Understanding the Impact of Multi-Tenancy Design Concepts
Today we hear from Chip Childers, product architect for SunGard’s Enterprise Cloud Services and partners with our product management and product engineering teams to drive the overall solution design of the service…CM
As you evaluate different cloud providers, it is important to understand the different concepts providers can use to deploy multi-tenancy. Different concepts facilitate—or limit—the way in which a provider can respond to changes in the service needs of clients.
General Purpose Clouds
For example, some vendors design their clouds as commodities. They focus on providing low cost access to computing power in homogenous environments. This type of general purpose cloud can scale quickly and easily to support large numbers of similar users. As they become saturated, however, you may begin to see variations in performance, as some users expand their usage and experience spikes that place constraints on all other uses.
Performance variations can affect computing power, storage and I/O or network traffic. Most providers already have solved performance problems associated with sharing VM RAM and CPU power, and most have deployed one or more of the many solutions for storage and I/O performance issues. Consequently, network performance is usually the first noticeable bottleneck. While it is important to know how your provider will handle performance variations wherever they appear, it is especially important to know how network issues will be handled.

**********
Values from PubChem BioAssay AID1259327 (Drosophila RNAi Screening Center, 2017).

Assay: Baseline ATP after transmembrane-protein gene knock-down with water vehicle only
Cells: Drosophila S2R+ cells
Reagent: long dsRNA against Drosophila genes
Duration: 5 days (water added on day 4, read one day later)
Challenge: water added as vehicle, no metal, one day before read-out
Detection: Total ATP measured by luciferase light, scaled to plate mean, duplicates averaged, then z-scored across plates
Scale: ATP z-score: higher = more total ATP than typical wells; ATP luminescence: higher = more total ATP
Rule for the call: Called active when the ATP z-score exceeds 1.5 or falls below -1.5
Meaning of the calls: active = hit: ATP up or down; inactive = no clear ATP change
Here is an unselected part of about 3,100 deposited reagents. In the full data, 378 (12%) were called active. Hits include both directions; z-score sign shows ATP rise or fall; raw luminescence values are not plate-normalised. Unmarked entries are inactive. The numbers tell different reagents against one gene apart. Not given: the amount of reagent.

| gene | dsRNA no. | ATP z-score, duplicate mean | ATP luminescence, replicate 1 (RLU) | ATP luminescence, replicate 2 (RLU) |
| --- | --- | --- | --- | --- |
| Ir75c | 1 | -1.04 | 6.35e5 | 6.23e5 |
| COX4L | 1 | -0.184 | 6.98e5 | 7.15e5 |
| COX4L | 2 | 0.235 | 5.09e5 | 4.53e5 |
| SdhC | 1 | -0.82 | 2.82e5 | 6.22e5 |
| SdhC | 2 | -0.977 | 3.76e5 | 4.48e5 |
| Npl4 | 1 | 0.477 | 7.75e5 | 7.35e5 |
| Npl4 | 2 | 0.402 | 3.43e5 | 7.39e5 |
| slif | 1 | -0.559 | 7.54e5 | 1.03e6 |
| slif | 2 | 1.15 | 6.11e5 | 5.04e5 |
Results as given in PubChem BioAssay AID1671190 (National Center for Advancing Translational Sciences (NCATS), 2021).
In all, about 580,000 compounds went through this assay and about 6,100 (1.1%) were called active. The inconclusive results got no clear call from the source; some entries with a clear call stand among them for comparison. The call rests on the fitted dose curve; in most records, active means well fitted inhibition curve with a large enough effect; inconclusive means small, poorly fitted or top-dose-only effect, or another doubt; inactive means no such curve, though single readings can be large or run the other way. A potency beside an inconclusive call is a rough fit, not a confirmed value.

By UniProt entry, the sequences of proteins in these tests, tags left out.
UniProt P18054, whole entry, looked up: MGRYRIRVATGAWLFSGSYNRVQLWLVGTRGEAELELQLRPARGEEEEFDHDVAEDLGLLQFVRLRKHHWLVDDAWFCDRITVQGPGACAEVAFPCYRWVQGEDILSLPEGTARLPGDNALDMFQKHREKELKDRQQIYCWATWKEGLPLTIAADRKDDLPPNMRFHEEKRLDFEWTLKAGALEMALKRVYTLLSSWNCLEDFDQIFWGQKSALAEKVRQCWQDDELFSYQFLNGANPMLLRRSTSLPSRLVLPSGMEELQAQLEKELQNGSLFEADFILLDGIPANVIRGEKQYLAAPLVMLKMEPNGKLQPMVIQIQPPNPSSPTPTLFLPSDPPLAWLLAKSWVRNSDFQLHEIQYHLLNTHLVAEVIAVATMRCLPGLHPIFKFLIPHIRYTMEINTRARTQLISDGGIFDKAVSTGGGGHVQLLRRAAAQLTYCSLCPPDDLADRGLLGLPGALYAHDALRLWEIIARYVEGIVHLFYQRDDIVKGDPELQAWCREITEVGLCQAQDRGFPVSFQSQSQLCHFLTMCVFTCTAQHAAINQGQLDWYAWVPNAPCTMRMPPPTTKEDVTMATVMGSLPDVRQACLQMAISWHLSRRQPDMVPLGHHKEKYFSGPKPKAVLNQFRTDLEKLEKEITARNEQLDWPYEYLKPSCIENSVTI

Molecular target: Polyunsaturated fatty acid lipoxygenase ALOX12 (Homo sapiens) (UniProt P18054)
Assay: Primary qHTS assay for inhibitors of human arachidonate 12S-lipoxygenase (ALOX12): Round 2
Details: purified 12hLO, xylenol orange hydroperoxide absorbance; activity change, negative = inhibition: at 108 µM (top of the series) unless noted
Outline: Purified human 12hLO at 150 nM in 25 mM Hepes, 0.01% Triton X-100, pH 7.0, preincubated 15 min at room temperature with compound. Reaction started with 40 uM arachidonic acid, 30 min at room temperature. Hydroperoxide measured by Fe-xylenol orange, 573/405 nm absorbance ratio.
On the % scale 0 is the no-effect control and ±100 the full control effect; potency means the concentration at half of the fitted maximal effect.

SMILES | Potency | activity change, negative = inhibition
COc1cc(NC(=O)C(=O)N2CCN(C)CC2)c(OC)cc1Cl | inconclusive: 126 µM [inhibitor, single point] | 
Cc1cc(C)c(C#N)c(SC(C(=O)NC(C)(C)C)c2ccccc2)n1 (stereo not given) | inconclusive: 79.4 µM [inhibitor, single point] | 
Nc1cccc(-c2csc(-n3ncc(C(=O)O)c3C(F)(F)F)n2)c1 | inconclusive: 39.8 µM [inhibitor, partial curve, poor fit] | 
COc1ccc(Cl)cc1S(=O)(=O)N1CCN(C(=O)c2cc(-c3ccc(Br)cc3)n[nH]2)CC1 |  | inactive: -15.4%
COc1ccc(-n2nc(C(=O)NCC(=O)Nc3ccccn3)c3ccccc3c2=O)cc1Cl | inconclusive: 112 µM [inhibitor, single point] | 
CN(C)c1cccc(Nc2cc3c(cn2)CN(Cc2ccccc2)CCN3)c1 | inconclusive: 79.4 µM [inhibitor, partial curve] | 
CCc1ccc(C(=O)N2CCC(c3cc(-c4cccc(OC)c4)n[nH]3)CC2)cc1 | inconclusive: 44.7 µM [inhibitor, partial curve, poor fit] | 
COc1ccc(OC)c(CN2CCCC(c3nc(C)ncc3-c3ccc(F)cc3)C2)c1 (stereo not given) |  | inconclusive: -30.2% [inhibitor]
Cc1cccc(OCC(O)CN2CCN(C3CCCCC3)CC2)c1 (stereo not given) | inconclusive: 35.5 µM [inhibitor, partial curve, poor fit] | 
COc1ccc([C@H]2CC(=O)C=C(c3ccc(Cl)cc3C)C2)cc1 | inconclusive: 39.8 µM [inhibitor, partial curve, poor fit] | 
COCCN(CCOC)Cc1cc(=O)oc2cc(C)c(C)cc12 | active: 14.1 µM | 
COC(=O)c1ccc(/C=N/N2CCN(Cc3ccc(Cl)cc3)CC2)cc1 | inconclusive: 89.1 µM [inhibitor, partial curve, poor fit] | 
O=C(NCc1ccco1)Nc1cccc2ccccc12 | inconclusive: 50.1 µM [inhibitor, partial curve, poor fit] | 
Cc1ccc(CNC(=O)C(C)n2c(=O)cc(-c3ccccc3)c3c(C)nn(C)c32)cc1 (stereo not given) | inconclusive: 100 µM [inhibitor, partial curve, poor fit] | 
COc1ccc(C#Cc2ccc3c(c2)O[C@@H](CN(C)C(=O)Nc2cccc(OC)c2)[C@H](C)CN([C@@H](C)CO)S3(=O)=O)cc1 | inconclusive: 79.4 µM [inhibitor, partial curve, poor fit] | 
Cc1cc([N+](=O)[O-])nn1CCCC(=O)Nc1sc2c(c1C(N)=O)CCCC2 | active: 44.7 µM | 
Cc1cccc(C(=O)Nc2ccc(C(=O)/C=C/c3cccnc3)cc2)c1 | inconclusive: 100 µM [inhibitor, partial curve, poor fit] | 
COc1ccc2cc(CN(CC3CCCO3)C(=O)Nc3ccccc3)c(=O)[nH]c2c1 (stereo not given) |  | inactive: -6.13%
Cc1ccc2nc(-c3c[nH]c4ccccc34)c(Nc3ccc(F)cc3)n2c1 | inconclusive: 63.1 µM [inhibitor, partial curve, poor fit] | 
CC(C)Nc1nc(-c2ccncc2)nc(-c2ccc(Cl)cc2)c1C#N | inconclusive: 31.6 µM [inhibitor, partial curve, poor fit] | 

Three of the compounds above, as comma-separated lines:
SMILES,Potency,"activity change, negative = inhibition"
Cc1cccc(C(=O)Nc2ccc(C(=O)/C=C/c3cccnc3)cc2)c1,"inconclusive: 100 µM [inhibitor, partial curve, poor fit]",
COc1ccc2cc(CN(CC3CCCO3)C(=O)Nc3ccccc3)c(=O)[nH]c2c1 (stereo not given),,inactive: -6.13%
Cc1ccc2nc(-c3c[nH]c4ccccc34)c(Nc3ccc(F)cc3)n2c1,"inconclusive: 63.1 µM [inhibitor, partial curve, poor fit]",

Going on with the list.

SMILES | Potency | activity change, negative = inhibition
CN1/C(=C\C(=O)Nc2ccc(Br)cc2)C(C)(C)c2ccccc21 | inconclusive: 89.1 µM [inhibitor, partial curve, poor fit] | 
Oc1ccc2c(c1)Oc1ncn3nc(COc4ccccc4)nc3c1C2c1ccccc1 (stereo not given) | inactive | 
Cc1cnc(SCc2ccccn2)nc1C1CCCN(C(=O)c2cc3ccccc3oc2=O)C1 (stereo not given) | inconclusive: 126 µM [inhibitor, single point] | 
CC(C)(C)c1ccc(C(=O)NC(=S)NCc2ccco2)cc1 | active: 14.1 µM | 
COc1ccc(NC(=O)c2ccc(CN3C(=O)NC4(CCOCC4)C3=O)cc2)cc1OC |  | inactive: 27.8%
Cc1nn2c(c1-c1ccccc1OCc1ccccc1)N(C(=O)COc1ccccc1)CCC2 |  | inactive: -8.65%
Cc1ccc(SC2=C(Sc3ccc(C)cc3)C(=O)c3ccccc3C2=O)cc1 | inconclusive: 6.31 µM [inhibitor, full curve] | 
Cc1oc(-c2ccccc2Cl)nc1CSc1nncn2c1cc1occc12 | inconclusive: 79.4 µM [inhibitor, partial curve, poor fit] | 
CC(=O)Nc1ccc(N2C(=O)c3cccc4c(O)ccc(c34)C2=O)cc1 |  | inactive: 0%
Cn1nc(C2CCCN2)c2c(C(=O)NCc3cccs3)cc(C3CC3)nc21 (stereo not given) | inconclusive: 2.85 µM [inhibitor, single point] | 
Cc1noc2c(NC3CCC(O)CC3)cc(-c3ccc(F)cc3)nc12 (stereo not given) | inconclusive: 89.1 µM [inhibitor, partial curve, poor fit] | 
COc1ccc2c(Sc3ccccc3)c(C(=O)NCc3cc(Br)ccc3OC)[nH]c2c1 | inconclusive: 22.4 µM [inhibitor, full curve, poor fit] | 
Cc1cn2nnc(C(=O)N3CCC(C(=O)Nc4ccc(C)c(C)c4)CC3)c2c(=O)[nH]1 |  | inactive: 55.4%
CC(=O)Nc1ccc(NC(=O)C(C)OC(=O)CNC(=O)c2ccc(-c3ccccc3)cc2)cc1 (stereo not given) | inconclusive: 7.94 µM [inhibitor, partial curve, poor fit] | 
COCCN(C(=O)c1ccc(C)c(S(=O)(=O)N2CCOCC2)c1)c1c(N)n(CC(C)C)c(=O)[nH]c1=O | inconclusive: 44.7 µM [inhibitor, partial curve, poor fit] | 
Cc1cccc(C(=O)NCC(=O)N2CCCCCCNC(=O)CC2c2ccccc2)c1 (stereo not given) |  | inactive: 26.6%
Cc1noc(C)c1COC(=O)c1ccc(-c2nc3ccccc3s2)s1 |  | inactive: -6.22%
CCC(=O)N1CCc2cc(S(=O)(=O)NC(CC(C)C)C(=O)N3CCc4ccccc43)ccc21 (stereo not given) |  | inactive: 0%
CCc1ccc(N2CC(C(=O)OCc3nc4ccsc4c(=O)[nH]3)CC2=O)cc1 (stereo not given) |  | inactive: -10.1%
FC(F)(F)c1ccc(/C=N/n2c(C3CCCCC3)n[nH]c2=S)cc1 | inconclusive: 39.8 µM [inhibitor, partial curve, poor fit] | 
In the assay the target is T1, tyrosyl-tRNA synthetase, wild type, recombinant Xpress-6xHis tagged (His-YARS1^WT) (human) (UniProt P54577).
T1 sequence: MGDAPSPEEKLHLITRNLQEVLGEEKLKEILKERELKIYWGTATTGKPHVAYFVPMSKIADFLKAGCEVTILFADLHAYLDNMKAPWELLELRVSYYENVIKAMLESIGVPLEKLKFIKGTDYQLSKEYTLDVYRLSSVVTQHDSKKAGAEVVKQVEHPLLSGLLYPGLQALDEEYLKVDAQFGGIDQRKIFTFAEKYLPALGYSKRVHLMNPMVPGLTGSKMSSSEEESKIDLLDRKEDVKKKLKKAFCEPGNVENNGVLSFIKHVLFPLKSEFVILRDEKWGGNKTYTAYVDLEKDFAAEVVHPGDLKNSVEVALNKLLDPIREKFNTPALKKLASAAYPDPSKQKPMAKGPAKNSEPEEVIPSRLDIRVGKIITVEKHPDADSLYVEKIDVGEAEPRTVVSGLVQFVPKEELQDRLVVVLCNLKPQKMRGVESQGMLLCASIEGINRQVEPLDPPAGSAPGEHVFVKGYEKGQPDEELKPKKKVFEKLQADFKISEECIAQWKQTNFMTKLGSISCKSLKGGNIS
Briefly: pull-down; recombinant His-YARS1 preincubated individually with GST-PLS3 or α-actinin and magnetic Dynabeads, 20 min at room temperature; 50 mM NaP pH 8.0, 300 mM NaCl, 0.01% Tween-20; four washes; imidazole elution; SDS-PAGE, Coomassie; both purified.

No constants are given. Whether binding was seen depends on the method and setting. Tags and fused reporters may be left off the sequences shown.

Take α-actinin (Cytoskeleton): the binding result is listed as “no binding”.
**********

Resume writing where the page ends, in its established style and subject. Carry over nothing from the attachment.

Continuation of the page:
The Concern: Network Latency
Networks experience varying levels of latency based on where the users and their data reside and how much bandwidth has been allocated each user. The easiest solution to network issues within a cloud is to physically separate heavy users from lighter users. This means moving the heavy user to a private cloud where resources can be adjusted to meet the requirements of peak periods, more users and new applications.
The Answer: Scalability and SLA
To reduce your risk of incurring more costs from your cloud provider, look for an enterprise provider that has scalability at every level of the cloud—SaaS, PaaS and IaaS. And look, too, for a provider offering a Service Level Agreement that addresses the performance requirements for the services most important to your business. These are the attributes of an enterprise level provider with the elasticity to meet your future needs.